Editor's note: Please consider taking our poll, Nurses: Do You Nap on the Night Shift?
Just a year ago, on August 2, 2015, at 8:00 in the morning, a nurse from Johns Hopkins University, driving home after working the night shift, was killed when her car left the road and crashed into a utility pole. Joanna Kaskasian left behind a husband and three children, ages 5, 3, and 11 months.
"Drowsy driving," as it's called, is frighteningly common, as nurses who work the night shift are aware. Going to work "well rested" is no guarantee that, at the end of a long, 12-hour shift, the nurse will make it home safely. What makes Joanna Kaskasian's death even more tragic is that it was preventable.
My Kingdom for a Bed
Any nurse who has ever worked the night shift on a regular basis knows what it means to crave sleep. No matter how much attention and care the night shift–working nurse gives to personal sleep hygiene, a time comes in the early hours of the new day when circulating cortisol levels have hit rock bottom and the nurse would give almost anything for a nap—especially on the first night of a stretch, when the nurse has most likely been awake since morning, trying to live a normal life with the rest of the world. Many nurses could get over this predictable "hump" with a brief, 20- to 30-minute nap.
Employee napping has been used successfully in many 24-7 industries, including hospitals, as a strategy to improve safety both on the job and during the drive home. Yet in nursing, the practice of intentional napping has never taken off in a significant way. There is a persistent stigma attached to nurses taking naps, and moreover, most hospitals have written, enforceable policies against sleeping at work. Nurses are somehow expected to be immune to fatigue—they are the "Energizer bunnies" of healthcare who just keep going and going, without sleep, without breaks, and without complaint.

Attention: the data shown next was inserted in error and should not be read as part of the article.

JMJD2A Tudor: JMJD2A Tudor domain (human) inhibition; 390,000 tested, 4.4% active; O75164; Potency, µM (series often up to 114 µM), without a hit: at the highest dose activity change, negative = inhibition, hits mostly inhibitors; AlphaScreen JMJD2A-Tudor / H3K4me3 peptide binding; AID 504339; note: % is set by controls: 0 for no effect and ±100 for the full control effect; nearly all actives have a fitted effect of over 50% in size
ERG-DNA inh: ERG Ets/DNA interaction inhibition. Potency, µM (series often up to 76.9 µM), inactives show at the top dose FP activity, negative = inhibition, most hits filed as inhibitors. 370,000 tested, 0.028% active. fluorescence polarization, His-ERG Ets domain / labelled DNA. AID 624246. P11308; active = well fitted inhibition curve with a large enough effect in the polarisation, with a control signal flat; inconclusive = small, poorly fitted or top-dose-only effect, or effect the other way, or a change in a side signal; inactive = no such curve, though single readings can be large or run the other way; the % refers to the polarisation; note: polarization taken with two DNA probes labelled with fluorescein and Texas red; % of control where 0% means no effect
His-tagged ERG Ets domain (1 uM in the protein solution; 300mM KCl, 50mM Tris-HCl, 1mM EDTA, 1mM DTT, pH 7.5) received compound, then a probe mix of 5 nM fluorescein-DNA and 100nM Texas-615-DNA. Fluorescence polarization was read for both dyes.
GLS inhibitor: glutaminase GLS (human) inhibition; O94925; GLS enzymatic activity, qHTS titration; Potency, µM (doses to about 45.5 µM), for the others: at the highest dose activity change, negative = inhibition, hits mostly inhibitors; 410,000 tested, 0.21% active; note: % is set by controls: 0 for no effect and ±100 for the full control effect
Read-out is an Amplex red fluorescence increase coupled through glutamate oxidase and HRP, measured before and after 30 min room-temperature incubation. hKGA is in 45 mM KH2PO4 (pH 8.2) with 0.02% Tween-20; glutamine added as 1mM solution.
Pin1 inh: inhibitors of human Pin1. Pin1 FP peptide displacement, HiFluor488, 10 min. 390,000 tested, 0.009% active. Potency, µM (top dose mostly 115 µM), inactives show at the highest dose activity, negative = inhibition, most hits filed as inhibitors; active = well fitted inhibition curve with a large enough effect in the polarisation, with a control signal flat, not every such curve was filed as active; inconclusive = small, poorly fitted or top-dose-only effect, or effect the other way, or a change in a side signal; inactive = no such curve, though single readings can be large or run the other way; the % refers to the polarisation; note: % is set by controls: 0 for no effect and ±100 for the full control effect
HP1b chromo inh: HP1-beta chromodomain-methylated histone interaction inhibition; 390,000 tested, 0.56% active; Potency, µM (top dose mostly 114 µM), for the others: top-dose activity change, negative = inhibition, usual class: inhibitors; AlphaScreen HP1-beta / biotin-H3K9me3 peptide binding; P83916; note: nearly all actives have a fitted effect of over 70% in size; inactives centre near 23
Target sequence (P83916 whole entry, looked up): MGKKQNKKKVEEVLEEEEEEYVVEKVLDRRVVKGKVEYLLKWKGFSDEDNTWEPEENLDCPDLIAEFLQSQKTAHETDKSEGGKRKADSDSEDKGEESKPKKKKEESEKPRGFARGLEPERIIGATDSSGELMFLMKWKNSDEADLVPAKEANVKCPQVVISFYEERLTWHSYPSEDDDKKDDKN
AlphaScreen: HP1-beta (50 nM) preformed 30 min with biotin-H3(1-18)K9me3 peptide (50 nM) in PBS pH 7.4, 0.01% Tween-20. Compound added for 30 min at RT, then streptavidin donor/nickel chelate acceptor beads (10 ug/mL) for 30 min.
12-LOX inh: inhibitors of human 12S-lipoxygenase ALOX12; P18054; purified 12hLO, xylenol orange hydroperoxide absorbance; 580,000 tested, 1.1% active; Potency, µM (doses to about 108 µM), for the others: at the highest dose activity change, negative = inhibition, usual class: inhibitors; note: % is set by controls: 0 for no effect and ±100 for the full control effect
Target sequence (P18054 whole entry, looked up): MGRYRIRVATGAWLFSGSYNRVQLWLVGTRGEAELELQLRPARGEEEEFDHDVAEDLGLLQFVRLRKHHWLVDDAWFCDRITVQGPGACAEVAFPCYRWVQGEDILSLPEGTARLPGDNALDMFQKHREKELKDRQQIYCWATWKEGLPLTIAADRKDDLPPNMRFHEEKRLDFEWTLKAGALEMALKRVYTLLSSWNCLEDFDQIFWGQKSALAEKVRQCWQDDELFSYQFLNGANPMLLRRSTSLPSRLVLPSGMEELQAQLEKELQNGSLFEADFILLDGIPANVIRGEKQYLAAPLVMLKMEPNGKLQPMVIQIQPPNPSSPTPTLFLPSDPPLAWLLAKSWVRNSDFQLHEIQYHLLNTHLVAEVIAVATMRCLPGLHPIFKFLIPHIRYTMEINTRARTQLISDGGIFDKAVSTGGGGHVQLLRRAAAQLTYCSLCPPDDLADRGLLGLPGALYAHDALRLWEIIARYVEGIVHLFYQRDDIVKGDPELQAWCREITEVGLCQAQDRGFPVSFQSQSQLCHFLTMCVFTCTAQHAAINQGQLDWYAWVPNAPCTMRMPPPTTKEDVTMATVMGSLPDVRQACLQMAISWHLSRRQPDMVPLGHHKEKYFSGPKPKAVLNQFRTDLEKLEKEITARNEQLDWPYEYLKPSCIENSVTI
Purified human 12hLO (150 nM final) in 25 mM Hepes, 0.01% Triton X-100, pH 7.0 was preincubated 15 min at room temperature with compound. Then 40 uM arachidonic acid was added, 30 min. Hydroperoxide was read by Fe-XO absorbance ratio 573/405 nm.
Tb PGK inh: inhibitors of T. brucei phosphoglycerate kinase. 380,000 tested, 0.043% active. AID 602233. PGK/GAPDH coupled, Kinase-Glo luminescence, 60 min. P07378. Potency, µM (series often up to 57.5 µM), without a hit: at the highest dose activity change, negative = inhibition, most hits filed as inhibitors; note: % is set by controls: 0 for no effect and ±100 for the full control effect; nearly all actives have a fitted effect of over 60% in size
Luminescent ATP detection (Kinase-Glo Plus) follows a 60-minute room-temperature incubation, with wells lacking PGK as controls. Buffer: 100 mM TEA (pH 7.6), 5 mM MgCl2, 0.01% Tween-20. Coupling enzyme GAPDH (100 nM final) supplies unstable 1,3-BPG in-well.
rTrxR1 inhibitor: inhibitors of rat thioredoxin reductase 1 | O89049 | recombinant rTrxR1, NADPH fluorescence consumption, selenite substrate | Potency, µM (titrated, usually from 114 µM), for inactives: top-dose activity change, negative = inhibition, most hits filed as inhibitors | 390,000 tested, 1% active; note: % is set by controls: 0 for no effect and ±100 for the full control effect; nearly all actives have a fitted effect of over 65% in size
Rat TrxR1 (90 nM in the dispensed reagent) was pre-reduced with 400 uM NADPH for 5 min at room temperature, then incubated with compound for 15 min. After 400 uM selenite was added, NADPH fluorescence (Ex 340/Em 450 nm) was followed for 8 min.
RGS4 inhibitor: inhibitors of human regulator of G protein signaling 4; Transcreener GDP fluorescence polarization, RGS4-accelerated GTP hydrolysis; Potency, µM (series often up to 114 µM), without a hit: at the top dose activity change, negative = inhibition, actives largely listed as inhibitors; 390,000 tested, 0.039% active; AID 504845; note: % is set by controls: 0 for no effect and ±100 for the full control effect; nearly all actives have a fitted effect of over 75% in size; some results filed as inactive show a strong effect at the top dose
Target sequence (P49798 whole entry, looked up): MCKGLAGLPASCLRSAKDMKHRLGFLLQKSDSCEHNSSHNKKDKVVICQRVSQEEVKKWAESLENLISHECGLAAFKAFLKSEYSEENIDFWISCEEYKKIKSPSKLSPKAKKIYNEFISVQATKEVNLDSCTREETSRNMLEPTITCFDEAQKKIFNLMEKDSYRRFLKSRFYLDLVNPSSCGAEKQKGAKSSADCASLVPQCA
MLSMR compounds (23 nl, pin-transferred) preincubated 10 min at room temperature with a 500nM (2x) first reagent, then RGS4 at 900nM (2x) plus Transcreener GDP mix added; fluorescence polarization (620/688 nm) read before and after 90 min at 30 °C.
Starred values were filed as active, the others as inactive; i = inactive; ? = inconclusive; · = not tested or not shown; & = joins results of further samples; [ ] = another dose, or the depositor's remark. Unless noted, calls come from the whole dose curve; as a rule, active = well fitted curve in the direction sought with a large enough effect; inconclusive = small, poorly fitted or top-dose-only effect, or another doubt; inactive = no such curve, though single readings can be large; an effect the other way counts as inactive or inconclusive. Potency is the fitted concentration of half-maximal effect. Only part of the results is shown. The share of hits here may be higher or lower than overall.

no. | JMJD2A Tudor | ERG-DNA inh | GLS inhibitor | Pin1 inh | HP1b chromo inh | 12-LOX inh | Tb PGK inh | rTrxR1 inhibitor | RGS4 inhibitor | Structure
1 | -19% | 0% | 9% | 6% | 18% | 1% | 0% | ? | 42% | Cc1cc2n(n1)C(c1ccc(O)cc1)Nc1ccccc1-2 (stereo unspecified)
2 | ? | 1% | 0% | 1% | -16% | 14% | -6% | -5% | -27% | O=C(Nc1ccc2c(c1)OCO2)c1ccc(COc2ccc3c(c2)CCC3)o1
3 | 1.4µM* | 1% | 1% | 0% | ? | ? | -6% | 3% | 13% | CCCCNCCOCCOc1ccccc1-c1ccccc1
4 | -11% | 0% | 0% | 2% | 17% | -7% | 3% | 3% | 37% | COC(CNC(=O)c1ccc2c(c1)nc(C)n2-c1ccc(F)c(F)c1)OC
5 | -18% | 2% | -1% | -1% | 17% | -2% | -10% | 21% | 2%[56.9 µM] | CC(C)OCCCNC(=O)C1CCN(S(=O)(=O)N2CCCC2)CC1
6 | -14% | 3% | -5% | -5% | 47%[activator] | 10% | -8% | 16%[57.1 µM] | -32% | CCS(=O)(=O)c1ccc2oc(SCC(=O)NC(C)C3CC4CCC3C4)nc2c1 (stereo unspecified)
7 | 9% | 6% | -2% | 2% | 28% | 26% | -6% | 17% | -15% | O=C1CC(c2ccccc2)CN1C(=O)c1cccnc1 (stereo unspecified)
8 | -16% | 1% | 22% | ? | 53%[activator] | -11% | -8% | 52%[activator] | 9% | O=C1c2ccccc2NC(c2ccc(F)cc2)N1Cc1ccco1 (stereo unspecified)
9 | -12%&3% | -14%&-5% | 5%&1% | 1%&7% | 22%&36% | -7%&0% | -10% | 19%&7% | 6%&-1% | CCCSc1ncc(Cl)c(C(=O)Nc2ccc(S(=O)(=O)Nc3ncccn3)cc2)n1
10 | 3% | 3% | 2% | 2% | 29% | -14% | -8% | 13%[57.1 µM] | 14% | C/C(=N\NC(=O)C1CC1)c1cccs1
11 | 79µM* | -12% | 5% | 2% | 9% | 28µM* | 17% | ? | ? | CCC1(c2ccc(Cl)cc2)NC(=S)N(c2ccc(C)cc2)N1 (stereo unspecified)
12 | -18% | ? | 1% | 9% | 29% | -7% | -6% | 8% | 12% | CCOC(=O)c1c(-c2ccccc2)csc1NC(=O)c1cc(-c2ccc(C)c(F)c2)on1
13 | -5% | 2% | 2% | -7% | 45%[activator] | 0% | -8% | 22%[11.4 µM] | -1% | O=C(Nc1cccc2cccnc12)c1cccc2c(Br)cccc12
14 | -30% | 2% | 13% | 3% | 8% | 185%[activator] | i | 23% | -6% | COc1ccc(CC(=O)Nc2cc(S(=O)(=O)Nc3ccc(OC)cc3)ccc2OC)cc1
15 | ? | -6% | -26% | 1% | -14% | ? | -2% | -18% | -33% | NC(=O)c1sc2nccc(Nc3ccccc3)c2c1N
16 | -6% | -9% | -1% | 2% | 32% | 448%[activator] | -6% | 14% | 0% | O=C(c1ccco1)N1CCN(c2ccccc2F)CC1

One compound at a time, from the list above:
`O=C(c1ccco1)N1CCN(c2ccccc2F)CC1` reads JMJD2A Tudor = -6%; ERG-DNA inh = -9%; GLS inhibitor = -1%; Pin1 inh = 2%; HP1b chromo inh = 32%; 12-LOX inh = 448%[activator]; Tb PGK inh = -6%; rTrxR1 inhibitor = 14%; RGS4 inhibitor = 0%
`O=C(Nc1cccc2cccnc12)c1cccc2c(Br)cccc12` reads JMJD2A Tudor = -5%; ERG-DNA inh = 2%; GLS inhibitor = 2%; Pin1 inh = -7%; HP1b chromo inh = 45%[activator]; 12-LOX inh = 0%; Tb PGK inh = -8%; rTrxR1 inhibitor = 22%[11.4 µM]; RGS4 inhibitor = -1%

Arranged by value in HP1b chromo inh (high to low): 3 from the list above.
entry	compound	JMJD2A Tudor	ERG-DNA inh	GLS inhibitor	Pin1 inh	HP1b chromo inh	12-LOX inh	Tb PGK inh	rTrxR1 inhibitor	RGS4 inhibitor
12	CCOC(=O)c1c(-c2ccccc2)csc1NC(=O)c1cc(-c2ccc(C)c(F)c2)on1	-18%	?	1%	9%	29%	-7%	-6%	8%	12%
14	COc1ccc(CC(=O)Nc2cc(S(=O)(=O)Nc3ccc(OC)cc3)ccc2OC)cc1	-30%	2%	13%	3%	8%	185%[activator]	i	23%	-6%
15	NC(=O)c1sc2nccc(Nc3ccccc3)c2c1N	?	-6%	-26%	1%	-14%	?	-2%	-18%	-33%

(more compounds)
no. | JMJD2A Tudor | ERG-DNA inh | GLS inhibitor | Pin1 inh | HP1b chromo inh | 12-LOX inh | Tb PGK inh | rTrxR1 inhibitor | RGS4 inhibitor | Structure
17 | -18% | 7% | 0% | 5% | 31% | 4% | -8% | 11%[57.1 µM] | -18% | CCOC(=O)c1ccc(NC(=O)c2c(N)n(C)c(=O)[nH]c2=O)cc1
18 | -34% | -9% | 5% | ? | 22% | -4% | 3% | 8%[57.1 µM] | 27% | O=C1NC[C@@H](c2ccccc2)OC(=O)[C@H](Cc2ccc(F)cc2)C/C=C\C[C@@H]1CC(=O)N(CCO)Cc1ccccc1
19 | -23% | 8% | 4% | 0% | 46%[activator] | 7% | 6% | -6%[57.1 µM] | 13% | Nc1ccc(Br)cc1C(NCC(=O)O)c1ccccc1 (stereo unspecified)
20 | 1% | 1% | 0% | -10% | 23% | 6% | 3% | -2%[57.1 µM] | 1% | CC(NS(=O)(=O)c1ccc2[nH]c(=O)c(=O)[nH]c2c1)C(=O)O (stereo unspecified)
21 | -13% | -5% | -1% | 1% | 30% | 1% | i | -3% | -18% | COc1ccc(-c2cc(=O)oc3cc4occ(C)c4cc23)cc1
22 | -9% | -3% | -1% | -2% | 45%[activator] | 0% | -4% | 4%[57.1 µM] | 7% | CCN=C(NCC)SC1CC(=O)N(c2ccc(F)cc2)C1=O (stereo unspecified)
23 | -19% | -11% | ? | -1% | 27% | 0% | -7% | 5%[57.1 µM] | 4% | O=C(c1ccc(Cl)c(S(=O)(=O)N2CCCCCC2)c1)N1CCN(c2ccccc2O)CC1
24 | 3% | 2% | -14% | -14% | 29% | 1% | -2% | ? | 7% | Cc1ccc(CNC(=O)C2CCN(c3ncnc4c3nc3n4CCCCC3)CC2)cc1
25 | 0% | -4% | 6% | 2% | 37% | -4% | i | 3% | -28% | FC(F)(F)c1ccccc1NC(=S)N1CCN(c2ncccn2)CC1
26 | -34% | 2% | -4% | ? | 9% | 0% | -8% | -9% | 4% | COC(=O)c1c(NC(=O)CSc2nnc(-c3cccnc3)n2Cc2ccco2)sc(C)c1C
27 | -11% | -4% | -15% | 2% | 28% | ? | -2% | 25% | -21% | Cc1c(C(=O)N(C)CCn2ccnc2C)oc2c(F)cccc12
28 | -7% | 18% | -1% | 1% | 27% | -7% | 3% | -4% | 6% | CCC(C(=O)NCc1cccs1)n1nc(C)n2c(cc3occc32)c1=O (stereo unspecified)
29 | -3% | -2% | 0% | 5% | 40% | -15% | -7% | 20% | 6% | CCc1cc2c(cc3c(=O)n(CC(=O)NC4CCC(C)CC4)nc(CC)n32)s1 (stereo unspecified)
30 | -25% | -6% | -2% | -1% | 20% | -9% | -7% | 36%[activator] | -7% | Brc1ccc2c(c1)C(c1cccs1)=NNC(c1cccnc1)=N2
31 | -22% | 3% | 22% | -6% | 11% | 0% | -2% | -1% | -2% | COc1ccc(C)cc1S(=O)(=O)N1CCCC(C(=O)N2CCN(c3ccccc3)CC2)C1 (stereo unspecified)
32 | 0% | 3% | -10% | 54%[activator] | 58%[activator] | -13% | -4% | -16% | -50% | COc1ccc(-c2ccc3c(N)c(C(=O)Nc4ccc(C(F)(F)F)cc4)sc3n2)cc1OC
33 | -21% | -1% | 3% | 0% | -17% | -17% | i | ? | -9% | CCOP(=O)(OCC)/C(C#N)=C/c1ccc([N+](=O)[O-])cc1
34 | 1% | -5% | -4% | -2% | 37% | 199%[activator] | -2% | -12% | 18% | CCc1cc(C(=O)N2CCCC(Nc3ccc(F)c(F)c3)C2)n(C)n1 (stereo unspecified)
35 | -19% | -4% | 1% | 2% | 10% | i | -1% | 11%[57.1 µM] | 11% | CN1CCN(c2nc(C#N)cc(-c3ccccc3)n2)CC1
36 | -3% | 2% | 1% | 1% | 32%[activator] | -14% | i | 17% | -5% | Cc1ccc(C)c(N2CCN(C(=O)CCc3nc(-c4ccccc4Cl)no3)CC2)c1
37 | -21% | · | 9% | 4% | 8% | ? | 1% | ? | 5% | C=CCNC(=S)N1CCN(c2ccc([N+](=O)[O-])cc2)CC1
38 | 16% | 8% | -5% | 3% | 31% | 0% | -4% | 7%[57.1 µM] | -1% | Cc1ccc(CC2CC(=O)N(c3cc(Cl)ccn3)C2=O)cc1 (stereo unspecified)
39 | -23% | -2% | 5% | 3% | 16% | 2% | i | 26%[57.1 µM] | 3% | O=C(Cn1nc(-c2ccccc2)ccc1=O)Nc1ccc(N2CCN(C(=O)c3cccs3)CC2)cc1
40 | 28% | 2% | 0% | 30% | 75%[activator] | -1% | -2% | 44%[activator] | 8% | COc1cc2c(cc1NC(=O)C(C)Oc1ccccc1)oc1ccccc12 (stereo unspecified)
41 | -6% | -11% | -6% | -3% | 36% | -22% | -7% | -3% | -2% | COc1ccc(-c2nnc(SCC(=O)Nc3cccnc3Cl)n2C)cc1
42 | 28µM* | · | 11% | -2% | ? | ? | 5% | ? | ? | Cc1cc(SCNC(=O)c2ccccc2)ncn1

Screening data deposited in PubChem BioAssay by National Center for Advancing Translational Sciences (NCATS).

A Napping Pilot Project
A team of nurse researchers, dismissing the notion that napping is unprofessional, set out to determine whether napping on the night shift was feasible, safe, and effective. They invited six different nursing units from two hospitals to participate in a pilot project in which the units would develop and implement a viable napping protocol, taking into consideration each unit's unique architecture, staffing levels, patient care needs, and nursing culture around breaks.
Three of the units never got to the planning stage because the nurse managers vetoed the idea upon hearing it, without presenting it to their staff nurses. Their reasons for declining to participate included insufficient staffing, concerns about nurses not waking up for rapid-response duty, a lack of suitable napping space, and general biases against nurses sleeping at work.
One unit didn't take formal breaks at all on the night shift, so napping would be superfluous on that unit. Two other units considered participating but ultimately were unable to overcome barriers to napping. In the end, only one of the six units invited to participate was able to implement the napping pilot project.
So, what happened on this single napping unit? The nursing staff collaborated on a plan for napping, devised a suitable napping space, planned for patient care coverage, and worked out other details. For 3 months, the nursing staff implemented their napping protocol.
To gauge its safety and effectiveness, nurses who napped completed a "sleepiness scale" before napping and a short survey afterwards. A total of 153 nap surveys were available for analysis. Pre-nap sleepiness averaged a "6" (on a scale of 1-10, in which 10 represents the highest level of sleepiness). Nurses fell asleep for more than half of the naps (43% slept "lightly" and 14% "deeply") and average nap duration was 31 minutes. Only 1.3% of napping nurses felt "very groggy" upon waking, although 20.3% admitted to feeling "a little groggy." After 52.6% of the naps, nurses felt "alert and refreshed" and overall gave a score of 7.3 out of 10 points on the "helpfulness of napping" scale (in which 10 represents "most helpful").
Many nurses commented that napping reduced drowsy driving on the way home. Incidentally, this unit voluntarily continued (and improved upon) the napping protocol after the formal study period ended; it's been in use the past 3 years. And it has also been implemented hospital-wide after the human resources department was convinced to revise the policy against employee sleeping.
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Any views expressed above are the author's own and do not necessarily reflect the views of WebMD or Medscape.
Cite this: Should Night-Shift Nurses Nap at Work? - Medscape - Aug 05, 2016.